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Body size and weight, and the nutrition and activity behaviours of sexual and gender minority youth: findings and implications from New Zealand

  • Mathijs FG Lucassen (a1) (a2), Aravinda Meera Guntupalli (a1), Terryann Clark (a3), John Fenaughty (a4), Simon Denny (a5), Theresa Fleming (a2) (a6), Melody Smith (a3) and Jennifer Utter (a7)...



To describe the body size and weight, and the nutrition and activity behaviours of sexual and gender minority (SGM) students and compare them with those of exclusively opposite-sex-attracted cisgender students. Male and female SGM students were also compared.


Data were from a nationally representative health survey.


Secondary schools in New Zealand, 2012.


A total of 7769 students, 9 % were SGM individuals.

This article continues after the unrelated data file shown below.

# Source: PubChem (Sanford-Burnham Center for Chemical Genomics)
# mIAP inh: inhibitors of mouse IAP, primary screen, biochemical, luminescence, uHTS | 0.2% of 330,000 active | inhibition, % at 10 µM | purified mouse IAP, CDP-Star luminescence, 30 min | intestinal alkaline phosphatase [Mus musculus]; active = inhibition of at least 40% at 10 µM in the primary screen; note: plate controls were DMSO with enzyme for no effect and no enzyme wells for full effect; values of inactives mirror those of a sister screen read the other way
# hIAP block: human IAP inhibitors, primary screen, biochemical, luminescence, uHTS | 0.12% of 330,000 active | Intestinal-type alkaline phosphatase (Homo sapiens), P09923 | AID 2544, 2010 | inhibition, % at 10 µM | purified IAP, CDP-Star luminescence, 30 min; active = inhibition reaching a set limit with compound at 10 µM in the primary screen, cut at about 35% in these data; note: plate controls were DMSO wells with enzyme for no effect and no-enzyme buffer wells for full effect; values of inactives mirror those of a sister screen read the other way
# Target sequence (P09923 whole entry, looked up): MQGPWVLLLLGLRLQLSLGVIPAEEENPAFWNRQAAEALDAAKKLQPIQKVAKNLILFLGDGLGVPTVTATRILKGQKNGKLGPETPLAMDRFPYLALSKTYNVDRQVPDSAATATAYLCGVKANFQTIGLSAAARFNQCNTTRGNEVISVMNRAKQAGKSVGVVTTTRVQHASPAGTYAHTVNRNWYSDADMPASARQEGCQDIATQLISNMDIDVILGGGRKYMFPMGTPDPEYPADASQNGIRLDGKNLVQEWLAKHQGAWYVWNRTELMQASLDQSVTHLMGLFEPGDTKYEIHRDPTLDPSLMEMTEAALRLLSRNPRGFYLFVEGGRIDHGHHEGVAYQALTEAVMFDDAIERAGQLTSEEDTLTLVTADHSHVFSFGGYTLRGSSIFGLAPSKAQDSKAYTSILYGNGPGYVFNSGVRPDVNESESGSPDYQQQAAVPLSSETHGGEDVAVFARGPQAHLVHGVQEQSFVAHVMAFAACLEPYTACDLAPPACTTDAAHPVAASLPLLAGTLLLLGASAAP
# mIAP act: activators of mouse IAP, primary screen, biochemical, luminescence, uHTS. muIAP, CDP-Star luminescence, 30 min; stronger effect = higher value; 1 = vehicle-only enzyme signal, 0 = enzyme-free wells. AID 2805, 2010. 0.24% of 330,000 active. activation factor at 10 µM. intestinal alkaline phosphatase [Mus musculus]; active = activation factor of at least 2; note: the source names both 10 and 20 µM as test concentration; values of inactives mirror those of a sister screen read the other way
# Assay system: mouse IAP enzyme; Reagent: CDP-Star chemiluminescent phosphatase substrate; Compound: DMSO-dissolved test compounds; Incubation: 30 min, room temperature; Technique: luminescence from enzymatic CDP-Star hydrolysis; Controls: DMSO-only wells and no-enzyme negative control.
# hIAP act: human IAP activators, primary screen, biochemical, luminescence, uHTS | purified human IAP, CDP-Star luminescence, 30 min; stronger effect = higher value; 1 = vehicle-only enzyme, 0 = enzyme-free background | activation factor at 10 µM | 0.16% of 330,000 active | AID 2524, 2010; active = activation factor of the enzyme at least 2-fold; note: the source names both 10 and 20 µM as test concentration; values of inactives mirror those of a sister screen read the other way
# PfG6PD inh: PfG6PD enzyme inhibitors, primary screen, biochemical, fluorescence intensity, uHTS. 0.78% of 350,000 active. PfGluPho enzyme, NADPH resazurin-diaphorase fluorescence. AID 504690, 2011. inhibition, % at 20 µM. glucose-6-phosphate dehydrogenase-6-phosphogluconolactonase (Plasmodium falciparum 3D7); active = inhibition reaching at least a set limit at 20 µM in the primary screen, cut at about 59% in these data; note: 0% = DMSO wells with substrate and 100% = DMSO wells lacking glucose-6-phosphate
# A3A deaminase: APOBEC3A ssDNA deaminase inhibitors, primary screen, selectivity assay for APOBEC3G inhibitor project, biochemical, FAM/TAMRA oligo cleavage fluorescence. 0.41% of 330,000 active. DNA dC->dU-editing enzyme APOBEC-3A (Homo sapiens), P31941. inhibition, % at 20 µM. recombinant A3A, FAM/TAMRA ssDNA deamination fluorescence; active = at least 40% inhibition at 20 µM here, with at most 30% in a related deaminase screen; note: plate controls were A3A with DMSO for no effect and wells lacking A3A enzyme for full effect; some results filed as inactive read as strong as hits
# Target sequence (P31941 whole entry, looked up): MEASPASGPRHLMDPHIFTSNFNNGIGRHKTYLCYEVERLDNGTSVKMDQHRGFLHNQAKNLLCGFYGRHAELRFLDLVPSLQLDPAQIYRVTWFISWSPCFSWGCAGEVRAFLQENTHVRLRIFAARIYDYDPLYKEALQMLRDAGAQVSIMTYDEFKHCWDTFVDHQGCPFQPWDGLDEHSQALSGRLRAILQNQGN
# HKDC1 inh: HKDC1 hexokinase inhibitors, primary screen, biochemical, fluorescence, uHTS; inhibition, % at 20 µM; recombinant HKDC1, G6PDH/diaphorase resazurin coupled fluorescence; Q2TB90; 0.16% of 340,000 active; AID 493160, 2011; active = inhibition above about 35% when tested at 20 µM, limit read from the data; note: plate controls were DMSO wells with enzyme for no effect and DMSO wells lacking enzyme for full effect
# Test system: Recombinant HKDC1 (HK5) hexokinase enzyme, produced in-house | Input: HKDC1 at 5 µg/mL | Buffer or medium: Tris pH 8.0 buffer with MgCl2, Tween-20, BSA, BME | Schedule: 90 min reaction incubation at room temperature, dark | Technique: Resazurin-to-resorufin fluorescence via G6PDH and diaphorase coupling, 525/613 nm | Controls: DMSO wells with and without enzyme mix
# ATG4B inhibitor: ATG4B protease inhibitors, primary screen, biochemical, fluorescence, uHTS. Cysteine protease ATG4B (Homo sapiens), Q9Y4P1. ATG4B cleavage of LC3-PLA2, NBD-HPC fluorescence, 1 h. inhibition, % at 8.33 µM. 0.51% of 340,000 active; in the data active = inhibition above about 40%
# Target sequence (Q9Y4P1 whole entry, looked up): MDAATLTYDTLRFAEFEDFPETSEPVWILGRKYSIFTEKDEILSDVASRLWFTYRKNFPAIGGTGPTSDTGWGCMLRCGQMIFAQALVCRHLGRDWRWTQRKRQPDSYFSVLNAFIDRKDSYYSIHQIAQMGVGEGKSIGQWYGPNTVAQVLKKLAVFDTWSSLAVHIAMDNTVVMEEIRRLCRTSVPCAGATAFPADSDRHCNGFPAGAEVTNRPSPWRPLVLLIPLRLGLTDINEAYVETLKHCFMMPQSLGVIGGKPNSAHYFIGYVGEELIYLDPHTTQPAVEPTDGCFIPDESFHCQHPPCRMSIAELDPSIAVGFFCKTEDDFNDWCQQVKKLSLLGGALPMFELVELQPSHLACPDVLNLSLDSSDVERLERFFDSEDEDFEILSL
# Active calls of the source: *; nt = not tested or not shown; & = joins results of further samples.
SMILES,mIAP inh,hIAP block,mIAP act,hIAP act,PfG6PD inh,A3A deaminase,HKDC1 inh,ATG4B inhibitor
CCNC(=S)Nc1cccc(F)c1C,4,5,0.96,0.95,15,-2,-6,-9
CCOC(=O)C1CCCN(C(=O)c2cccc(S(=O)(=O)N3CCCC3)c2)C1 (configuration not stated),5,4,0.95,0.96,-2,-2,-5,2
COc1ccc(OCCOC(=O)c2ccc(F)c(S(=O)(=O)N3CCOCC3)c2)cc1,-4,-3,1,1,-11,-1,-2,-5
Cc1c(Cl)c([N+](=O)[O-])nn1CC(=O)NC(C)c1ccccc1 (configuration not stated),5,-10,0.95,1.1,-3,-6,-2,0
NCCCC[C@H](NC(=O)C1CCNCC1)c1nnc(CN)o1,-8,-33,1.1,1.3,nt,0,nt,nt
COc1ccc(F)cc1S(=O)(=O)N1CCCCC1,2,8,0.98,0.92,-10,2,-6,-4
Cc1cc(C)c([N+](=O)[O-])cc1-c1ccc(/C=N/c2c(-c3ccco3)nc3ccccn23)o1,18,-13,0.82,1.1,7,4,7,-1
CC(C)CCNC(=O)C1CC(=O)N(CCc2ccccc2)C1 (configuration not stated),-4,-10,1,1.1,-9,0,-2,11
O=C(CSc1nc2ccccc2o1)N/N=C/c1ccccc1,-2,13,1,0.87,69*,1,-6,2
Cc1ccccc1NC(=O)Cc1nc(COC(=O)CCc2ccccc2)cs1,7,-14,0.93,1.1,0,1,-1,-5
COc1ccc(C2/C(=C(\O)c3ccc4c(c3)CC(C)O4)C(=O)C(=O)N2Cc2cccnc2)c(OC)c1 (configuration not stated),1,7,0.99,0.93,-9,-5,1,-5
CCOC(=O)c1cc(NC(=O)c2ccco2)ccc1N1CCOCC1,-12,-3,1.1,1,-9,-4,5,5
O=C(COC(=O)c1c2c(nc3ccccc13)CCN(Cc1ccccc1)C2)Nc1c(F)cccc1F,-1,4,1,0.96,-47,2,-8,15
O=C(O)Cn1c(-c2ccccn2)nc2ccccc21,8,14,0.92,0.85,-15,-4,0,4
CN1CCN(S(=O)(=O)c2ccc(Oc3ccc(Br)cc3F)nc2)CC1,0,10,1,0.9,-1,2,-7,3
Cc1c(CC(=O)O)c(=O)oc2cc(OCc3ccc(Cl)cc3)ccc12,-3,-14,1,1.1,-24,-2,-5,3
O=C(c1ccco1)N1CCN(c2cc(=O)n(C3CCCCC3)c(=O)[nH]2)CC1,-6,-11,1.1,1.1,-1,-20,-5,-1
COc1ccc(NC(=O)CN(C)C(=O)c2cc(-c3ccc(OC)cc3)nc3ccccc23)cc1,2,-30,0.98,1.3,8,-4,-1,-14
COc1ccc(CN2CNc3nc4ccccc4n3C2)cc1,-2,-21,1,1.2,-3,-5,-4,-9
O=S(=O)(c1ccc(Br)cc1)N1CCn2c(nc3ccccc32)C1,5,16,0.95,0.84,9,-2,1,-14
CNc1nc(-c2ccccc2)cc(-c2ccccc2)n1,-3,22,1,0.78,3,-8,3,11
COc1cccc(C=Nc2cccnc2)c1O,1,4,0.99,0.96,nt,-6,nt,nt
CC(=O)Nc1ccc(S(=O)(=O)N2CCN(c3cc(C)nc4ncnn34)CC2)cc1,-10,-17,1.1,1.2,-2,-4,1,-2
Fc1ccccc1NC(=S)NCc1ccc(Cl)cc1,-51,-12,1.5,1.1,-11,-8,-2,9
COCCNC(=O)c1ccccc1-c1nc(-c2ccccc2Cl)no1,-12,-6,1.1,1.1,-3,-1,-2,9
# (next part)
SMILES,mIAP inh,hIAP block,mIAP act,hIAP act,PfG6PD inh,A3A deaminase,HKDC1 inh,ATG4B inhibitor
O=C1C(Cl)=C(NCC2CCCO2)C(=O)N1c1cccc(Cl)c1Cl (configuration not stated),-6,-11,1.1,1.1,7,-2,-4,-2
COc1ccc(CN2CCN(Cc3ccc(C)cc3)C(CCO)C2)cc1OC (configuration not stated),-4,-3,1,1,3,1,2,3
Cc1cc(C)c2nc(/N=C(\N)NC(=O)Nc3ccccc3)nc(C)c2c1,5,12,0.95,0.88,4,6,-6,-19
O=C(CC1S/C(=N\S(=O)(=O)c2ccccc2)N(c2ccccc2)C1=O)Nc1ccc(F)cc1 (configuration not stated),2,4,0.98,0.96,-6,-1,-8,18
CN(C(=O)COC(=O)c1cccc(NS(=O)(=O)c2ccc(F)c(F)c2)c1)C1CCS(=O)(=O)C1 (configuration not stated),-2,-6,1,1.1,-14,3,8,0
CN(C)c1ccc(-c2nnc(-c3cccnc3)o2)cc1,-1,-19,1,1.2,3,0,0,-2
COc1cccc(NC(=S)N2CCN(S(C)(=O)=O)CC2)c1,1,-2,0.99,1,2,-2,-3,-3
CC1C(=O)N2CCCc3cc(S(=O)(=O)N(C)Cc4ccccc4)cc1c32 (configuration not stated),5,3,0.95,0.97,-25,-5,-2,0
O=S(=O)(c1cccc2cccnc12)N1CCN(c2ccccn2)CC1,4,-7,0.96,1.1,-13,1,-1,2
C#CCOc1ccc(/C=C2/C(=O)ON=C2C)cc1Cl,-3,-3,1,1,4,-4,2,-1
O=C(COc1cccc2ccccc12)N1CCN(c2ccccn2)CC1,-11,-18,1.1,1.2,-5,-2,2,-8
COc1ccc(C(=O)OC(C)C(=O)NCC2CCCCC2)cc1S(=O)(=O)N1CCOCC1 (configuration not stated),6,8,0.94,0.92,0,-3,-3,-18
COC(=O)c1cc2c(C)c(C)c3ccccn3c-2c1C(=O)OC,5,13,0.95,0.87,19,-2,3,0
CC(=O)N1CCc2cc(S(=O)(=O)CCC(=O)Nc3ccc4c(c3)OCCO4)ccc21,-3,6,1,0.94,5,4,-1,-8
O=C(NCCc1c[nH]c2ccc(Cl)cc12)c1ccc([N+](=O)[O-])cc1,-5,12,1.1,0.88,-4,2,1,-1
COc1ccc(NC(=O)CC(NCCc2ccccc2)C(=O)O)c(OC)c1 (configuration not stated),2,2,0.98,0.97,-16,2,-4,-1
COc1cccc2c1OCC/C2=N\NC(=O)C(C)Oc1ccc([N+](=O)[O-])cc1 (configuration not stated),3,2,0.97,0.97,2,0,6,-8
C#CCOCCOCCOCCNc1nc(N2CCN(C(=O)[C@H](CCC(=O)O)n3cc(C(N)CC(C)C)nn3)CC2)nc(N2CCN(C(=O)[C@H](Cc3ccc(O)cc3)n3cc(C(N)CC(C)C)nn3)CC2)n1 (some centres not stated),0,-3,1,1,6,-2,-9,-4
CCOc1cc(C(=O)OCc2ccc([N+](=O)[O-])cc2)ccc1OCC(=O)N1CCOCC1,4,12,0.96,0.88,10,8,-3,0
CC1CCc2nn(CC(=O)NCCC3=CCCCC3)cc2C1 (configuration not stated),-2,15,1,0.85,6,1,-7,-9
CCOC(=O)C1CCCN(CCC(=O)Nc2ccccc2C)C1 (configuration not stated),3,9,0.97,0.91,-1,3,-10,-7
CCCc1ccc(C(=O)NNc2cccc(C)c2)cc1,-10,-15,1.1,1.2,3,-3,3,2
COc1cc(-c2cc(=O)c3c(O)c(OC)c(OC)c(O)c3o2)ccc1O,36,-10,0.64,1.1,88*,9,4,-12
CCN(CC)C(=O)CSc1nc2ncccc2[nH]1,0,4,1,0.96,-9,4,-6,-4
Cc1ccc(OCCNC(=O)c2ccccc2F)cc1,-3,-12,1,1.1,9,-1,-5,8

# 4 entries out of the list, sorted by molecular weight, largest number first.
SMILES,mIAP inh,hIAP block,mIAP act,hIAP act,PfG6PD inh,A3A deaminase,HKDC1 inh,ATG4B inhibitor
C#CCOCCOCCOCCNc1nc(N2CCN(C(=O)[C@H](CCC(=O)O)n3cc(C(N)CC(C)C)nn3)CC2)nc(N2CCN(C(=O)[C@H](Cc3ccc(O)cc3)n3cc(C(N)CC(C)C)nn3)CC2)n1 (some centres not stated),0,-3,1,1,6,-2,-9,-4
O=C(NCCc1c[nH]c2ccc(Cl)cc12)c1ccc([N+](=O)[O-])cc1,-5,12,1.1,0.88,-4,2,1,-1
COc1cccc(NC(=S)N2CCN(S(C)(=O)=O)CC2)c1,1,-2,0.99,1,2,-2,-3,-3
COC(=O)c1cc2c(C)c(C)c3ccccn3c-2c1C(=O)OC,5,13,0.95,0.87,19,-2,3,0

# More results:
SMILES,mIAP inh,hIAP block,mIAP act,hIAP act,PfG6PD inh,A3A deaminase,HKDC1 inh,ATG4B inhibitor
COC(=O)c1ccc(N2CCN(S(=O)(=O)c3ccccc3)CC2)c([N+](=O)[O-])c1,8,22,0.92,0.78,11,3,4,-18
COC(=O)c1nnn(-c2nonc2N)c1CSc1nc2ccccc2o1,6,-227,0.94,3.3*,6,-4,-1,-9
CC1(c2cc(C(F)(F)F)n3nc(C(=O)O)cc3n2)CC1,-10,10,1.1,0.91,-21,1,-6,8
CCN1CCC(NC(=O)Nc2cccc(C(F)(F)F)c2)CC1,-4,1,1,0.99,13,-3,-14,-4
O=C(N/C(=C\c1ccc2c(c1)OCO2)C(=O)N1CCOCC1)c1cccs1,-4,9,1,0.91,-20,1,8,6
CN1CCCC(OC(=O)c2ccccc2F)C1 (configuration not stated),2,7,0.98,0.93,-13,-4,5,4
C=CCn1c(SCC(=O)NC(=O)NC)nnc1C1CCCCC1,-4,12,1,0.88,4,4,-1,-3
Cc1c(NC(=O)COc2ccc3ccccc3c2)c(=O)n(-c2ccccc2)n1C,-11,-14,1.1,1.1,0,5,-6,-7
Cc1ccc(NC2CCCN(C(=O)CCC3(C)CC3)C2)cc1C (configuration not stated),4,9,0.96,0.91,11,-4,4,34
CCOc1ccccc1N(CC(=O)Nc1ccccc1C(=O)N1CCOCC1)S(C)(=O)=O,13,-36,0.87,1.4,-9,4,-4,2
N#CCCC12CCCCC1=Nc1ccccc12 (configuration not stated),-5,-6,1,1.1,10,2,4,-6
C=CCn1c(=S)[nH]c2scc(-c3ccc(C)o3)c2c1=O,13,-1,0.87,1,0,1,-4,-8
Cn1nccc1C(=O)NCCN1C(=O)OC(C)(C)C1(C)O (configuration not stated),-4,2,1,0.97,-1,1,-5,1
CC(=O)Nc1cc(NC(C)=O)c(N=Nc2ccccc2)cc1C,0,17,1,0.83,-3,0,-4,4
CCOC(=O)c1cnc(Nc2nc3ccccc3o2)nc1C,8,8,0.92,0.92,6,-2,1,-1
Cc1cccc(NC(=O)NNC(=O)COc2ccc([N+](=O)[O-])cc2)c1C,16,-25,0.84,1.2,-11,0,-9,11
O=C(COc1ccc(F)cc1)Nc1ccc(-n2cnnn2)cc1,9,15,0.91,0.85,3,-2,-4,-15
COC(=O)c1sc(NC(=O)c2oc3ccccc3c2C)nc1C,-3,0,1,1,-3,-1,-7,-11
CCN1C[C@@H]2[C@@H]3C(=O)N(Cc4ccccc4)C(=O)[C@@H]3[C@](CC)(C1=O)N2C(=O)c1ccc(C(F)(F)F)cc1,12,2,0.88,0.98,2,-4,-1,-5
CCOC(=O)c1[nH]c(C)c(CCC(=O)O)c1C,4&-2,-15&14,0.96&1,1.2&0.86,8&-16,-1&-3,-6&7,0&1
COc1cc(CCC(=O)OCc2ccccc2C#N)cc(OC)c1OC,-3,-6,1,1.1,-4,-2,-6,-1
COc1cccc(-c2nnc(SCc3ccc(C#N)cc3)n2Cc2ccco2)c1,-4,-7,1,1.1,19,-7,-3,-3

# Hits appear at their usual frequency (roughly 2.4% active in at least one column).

Overall, weight-control behaviours, poor nutrition and inactivity were common and, in many cases, more so for SGM students. Specifically, male SGM students (adjusted OR; 95 % CI) were significantly more likely to have tried to lose weight (1·95; 1·47, 2·59), engage in unhealthy weight control (2·17; 1·48, 3·19), consume fast food/takeaways (2·89; 2·01, 4·15) and be physically inactive (2·54; 1·65, 3·92), and were less likely to participate in a school sports team (0·57; 0·44, 0·75), compared with other males. Female SGM students (adjusted OR; 95 % CI) were significantly more likely to engage in unhealthy weight control (1·58; 1·20, 2·08), be overweight or obese (1·24; 1·01, 1·53) and consume fast food/takeaways (2·19; 1·59, 3·03), and were less likely to participate in a school sports team (0·62; 0·50, 0·76), compared with other females. Generally, female SGM students were more negatively affected than comparable males, except they were less likely to consume fast food/takeaways frequently (adjusted OR; 95 % CI: 0·62; 0·40, 0·96).


SGM students reported increased weight-control behaviours, poor nutrition and inactivity. Professionals, including public health nutritionists, must recognize and help to address the challenges facing sexual and gender minorities.


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